AKRON, Ohio It is about a five-and-a-half-hour drive from the Greenbrier in West Virginia to Firestone Country Club for the Bridgestone Invitational.
It's a big event. It has a big purse, a small field and no cut. And Keegan Bradley, playing in a World Golf Championship event for the first time, drove here in a car. With his caddie. He did not take a private jet.
"It reminded me of my Hooters Tour days, for sure," Bradley said.
After he got here, Bradley talked to his dad on the phone. "The first thing he asked was, 'Did you see the water tower?'" Bradley said. "I told him, 'Yeah. It's really cool.'"
The water tower, shaped like a giant golf ball on a giant tee, is the club's famous landmark. The Firestone logo is emblazoned on it, and the tower stands starkly alone, like a lighthouse on a rocky shoreline.
The enthusiasm of a Tour rookie is as refreshing as a tall mint julep at The Kentucky Derby. To Bradley, who has dreamed of playing pro golf ever since he can remember dreaming, this week is truly pinch-yourself time.
"This place is everything it's made out to be," said Bradley, 25, who grew up in Woodstock, Vt . "I'm so thrilled to be here."
This week just keeps getting better for him. He shot 65, five birdies and no bogeys, in Friday's round and is tied for the lead with Ryan Moore, Rickie Fowler and Adam Scott.
"It was really fun to be out there on the leaderboard," Bradley said. "I had Luke Donald behind me, Phil Mickelson a few groups behind me. It's kind of happening in front of my eyes, which is a weird feeling to describe. But it's spectacular. I can't express how much fun I'm having.
"To be in contention at Firestone in the World Golf Championship, I probably don't really realize what's going on yet. I'm just trying to enjoy it because if you think about it, it'll probably get you screwed up."
Bradley is one of several surprises on the PGA Tour this year, along with Greenbrier winner Scott Stallings, Bob Hope champ Jhonattan Vegas, Transitions winner Gary Woodland and Valero Texas Open champ Brendan Steele. Bradley won the Byron Nelson Championship in a playoff and has also been a revelation.
During the week of the Nelson, he attended a PGA Tour mid-season dinner for rookies despite forgetting to R.S.V.P. The dinner entertainment included a video montage of all the rookies except Bradley, since he hadn't responded to his invitation. Then he went out and won the tournament.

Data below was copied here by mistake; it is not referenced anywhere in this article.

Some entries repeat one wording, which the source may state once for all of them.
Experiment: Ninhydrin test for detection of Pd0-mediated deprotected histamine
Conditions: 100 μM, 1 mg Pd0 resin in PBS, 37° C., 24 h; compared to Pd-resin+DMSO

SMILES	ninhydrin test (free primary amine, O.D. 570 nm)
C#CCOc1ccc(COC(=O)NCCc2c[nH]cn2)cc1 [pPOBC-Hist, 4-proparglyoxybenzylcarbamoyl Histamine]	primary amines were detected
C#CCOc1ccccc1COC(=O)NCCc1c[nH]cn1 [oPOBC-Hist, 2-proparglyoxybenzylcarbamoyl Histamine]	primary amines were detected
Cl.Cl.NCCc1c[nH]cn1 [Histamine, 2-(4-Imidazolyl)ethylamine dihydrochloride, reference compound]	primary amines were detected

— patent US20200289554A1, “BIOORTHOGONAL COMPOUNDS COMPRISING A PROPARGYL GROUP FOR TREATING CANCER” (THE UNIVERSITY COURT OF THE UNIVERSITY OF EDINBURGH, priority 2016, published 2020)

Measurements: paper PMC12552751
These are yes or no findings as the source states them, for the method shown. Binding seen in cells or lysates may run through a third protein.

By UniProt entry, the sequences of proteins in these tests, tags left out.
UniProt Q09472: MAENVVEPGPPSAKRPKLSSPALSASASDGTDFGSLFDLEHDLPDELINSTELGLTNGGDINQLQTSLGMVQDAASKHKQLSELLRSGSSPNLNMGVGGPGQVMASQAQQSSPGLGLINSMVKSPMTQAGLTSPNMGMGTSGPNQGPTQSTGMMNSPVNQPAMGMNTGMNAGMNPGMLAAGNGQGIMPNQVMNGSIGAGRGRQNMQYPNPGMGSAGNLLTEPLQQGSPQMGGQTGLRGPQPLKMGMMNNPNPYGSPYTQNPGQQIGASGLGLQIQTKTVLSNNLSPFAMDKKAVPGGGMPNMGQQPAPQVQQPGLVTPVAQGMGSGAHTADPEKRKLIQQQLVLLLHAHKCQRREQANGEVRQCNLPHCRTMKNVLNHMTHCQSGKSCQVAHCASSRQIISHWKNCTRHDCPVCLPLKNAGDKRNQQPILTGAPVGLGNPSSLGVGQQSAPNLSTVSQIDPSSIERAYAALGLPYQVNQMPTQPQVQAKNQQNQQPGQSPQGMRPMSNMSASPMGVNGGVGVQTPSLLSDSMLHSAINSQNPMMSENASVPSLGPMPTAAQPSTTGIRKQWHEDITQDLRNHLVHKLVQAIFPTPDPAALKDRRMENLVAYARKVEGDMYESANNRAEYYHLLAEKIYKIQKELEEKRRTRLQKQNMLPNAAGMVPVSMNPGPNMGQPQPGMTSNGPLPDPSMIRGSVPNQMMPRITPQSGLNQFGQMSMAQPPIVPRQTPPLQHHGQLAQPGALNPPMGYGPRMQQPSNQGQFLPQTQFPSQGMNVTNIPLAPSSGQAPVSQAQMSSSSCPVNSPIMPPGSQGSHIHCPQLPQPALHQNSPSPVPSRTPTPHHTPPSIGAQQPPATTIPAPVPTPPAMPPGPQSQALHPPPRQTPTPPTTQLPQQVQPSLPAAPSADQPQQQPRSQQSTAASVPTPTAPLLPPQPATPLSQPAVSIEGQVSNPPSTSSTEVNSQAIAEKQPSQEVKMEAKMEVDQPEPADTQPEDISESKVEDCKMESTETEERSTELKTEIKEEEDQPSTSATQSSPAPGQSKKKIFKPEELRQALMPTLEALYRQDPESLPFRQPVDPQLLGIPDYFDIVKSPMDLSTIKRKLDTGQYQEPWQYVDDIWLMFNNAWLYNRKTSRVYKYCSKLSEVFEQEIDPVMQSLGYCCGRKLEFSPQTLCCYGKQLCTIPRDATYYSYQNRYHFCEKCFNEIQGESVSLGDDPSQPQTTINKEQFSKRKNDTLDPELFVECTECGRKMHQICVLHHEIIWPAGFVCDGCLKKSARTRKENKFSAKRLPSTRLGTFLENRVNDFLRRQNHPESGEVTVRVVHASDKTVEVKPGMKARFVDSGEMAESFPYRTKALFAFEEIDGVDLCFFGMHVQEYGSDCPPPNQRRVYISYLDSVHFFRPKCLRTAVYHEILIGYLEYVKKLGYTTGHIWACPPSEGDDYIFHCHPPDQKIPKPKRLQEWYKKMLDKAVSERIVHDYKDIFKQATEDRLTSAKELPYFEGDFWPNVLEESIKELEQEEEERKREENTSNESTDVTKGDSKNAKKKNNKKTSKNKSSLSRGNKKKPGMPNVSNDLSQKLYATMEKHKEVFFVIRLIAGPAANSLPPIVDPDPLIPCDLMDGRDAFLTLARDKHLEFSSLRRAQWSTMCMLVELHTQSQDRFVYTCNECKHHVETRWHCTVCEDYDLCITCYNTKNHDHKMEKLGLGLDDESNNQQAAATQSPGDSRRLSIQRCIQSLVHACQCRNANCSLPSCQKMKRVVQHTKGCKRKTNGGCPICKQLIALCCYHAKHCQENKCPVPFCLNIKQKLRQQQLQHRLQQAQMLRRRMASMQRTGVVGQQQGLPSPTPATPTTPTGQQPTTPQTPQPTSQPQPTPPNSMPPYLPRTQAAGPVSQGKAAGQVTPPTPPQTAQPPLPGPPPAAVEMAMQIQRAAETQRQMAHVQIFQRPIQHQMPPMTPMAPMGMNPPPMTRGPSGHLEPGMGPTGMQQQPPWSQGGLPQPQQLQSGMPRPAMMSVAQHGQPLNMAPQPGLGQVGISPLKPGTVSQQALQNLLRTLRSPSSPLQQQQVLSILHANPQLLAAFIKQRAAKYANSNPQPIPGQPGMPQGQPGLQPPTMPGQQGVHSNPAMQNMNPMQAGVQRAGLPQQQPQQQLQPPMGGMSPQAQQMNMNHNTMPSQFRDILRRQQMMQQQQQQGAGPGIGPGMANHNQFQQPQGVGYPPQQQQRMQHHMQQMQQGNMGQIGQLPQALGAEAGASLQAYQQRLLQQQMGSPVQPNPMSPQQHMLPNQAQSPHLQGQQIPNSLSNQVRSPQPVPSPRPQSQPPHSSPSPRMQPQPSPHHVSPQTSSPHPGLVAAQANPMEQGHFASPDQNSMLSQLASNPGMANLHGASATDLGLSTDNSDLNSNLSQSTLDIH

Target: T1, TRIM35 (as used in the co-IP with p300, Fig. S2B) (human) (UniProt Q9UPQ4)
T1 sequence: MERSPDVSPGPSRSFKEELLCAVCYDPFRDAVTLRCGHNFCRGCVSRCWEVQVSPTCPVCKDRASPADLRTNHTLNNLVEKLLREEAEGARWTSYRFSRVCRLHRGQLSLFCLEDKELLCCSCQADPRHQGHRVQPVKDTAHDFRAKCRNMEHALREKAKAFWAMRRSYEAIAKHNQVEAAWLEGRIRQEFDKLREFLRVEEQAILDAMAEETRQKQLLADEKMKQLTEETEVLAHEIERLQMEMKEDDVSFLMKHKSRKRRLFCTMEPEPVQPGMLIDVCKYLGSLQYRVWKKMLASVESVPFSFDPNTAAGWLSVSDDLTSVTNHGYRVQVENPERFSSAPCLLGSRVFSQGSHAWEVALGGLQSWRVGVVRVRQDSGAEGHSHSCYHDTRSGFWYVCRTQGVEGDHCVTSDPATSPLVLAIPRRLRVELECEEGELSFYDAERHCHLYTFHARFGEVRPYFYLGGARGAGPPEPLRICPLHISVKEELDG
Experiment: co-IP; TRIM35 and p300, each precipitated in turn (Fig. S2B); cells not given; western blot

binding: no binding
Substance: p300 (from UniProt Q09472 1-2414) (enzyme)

He's won almost $1.9 million so far this season, and his game seems very well-rounded. He also has a veteran caddie in Steve Hale, known as Pepsi. Maybe it's because he's a New Englander who played college golf at St. John's in New York and became a pro without great expectations, but he also has a normal-sized ego.
Now he's made it. He's in an elite tournament of world-class players, and he's buddies with Phil Mickelson, which happens to be part of why he shot 65 on Friday.
"I played a practice round with Phil on Wednesday," Bradley said, "and on the third hole, he said, 'Keegan, you've got to come over here and hit this putt. It breaks left but it looks like it breaks right.' Sure enough, I had that exact putt today."
So Bradley told Pepsi, here's that putt Phil told us about. It was a 12-footer.
"I wanted to make it so bad so I could go back and tell Phil later tonight," said Bradley, who did, indeed, sink the birdie putt. "That was pretty cool."
Their relationship sprang from the fact that they're represented by the same management company. And Mickelson has made a point of helping some younger players along, giving them insight while trying to get into their wallets during practice rounds.
"It's intense, and it's always fun, but coming down the last couple of holes it gets a little quiet," Bradley said of the practice games. "I read that he's doing it to help us young players in case we play a Ryder Cup or Presidents Cup. Phil takes a lot of guys under his wing. At The Players, he gave me his phone number and told me to text him any time."
Shortly after winning the Nelson the following week, Bradley got congratulatory texts from Mickelson and his caddie, Jim (Bones) Mackay.
Another Mickelson tip came into play for Bradley in the second round. It was advice about how to handle late afternoon tee times. (Bradley was off at 1 p.m. Friday.) Mickelson told him to get to the course hours early instead of lounging around the hotel wasting time, and do some chipping and putting and get into the competitive mode.
"Phil said, 'If you're playing a match with your buddies and they said they had a time at 2, you wouldn't get there at 1, you'd get there at 10 and practice a bit,'" Bradley said. "That's so true. I would never do that. It's really been helping."
Whenever Bradley has a late tee time, he tries to stay up late the night before so he can sleep in. How late is late? "I try to stay up to at least 11," he said, laughing.
Meet Keegan Bradley, wild man and party animal.
"Yeah, that's way past my usual bedtime," he said.
Bradley is the nephew of Hall of Fame golfer Pat Bradley, a former Solheim Cup captain. He moved to Boston when he was 17 and now lives in Jupiter, Fla. He'll always be a New Englander, he said.
Right now, he's enjoying the spotlight.
"Today was one of the most fun days of my career, for sure," Bradley said after his round.
When Bradley finished talking to some writers in the media center, he left and walked back toward the clubhouse, directly toward the giant golf ball water tower. Bradley didn't have to say it. You knew exactly what he was thinking.
Yeah, pretty cool.